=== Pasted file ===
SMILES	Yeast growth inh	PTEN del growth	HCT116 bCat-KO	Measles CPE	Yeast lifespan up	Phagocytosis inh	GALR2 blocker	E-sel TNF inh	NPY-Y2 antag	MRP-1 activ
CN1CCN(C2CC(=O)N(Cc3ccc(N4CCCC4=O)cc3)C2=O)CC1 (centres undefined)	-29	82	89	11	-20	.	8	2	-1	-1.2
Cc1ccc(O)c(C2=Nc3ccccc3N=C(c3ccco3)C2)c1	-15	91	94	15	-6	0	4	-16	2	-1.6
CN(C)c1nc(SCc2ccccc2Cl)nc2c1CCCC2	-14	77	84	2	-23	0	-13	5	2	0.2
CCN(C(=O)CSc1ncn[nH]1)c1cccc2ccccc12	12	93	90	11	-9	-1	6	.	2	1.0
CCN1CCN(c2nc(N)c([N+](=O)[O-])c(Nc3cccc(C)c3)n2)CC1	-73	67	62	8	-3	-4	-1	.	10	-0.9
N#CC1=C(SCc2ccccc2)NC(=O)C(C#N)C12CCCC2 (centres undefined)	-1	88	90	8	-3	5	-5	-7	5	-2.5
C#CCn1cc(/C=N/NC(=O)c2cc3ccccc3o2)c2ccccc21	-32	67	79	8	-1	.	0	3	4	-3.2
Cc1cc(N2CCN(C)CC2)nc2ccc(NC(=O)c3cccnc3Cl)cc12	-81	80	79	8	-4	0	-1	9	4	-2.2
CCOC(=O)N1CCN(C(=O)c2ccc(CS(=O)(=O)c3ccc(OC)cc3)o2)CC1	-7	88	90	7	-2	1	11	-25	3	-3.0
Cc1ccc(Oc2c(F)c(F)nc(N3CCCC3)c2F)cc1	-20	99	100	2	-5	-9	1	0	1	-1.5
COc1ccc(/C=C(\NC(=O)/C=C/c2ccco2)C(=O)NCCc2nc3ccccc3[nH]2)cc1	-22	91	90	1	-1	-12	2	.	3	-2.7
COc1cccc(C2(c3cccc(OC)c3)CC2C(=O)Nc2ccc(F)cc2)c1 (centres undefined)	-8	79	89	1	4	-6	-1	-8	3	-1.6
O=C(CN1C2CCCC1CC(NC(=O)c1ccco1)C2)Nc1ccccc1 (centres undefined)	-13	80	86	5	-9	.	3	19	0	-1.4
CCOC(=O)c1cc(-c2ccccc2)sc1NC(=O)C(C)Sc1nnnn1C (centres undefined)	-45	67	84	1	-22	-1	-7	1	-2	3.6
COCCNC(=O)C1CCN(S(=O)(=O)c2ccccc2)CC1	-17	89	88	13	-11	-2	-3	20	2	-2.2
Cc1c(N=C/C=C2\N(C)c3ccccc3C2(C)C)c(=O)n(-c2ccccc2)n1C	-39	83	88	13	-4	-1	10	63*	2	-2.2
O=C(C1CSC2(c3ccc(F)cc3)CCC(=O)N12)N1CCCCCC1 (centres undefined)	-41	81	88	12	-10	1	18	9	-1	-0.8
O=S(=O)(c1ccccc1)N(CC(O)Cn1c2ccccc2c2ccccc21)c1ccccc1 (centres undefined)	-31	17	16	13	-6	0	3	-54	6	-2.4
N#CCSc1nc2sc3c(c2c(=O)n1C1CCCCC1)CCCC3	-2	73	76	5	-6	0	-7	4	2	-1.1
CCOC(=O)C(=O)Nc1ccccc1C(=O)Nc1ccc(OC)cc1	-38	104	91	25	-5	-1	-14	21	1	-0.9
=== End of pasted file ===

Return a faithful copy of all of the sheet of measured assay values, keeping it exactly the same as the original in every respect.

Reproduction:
SMILES	Yeast growth inh	PTEN del growth	HCT116 bCat-KO	Measles CPE	Yeast lifespan up	Phagocytosis inh	GALR2 blocker	E-sel TNF inh	NPY-Y2 antag	MRP-1 activ
CN1CCN(C2CC(=O)N(Cc3ccc(N4CCCC4=O)cc3)C2=O)CC1 (centres undefined)	-29	82	89	11	-20	.	8	2	-1	-1.2
Cc1ccc(O)c(C2=Nc3ccccc3N=C(c3ccco3)C2)c1	-15	91	94	15	-6	0	4	-16	2	-1.6
CN(C)c1nc(SCc2ccccc2Cl)nc2c1CCCC2	-14	77	84	2	-23	0	-13	5	2	0.2
CCN(C(=O)CSc1ncn[nH]1)c1cccc2ccccc12	12	93	90	11	-9	-1	6	.	2	1.0
CCN1CCN(c2nc(N)c([N+](=O)[O-])c(Nc3cccc(C)c3)n2)CC1	-73	67	62	8	-3	-4	-1	.	10	-0.9
N#CC1=C(SCc2ccccc2)NC(=O)C(C#N)C12CCCC2 (centres undefined)	-1	88	90	8	-3	5	-5	-7	5	-2.5
C#CCn1cc(/C=N/NC(=O)c2cc3ccccc3o2)c2ccccc21	-32	67	79	8	-1	.	0	3	4	-3.2
Cc1cc(N2CCN(C)CC2)nc2ccc(NC(=O)c3cccnc3Cl)cc12	-81	80	79	8	-4	0	-1	9	4	-2.2
CCOC(=O)N1CCN(C(=O)c2ccc(CS(=O)(=O)c3ccc(OC)cc3)o2)CC1	-7	88	90	7	-2	1	11	-25	3	-3.0
Cc1ccc(Oc2c(F)c(F)nc(N3CCCC3)c2F)cc1	-20	99	100	2	-5	-9	1	0	1	-1.5
COc1ccc(/C=C(\NC(=O)/C=C/c2ccco2)C(=O)NCCc2nc3ccccc3[nH]2)cc1	-22	91	90	1	-1	-12	2	.	3	-2.7
COc1cccc(C2(c3cccc(OC)c3)CC2C(=O)Nc2ccc(F)cc2)c1 (centres undefined)	-8	79	89	1	4	-6	-1	-8	3	-1.6
O=C(CN1C2CCCC1CC(NC(=O)c1ccco1)C2)Nc1ccccc1 (centres undefined)	-13	80	86	5	-9	.	3	19	0	-1.4
CCOC(=O)c1cc(-c2ccccc2)sc1NC(=O)C(C)Sc1nnnn1C (centres undefined)	-45	67	84	1	-22	-1	-7	1	-2	3.6
COCCNC(=O)C1CCN(S(=O)(=O)c2ccccc2)CC1	-17	89	88	13	-11	-2	-3	20	2	-2.2
Cc1c(N=C/C=C2\N(C)c3ccccc3C2(C)C)c(=O)n(-c2ccccc2)n1C	-39	83	88	13	-4	-1	10	63*	2	-2.2
O=C(C1CSC2(c3ccc(F)cc3)CCC(=O)N12)N1CCCCCC1 (centres undefined)	-41	81	88	12	-10	1	18	9	-1	-0.8
O=S(=O)(c1ccccc1)N(CC(O)Cn1c2ccccc2c2ccccc21)c1ccccc1 (centres undefined)	-31	17	16	13	-6	0	3	-54	6	-2.4
N#CCSc1nc2sc3c(c2c(=O)n1C1CCCCC1)CCCC3	-2	73	76	5	-6	0	-7	4	2	-1.1
CCOC(=O)C(=O)Nc1ccccc1C(=O)Nc1ccc(OC)cc1	-38	104	91	25	-5	-1	-14	21	1	-0.9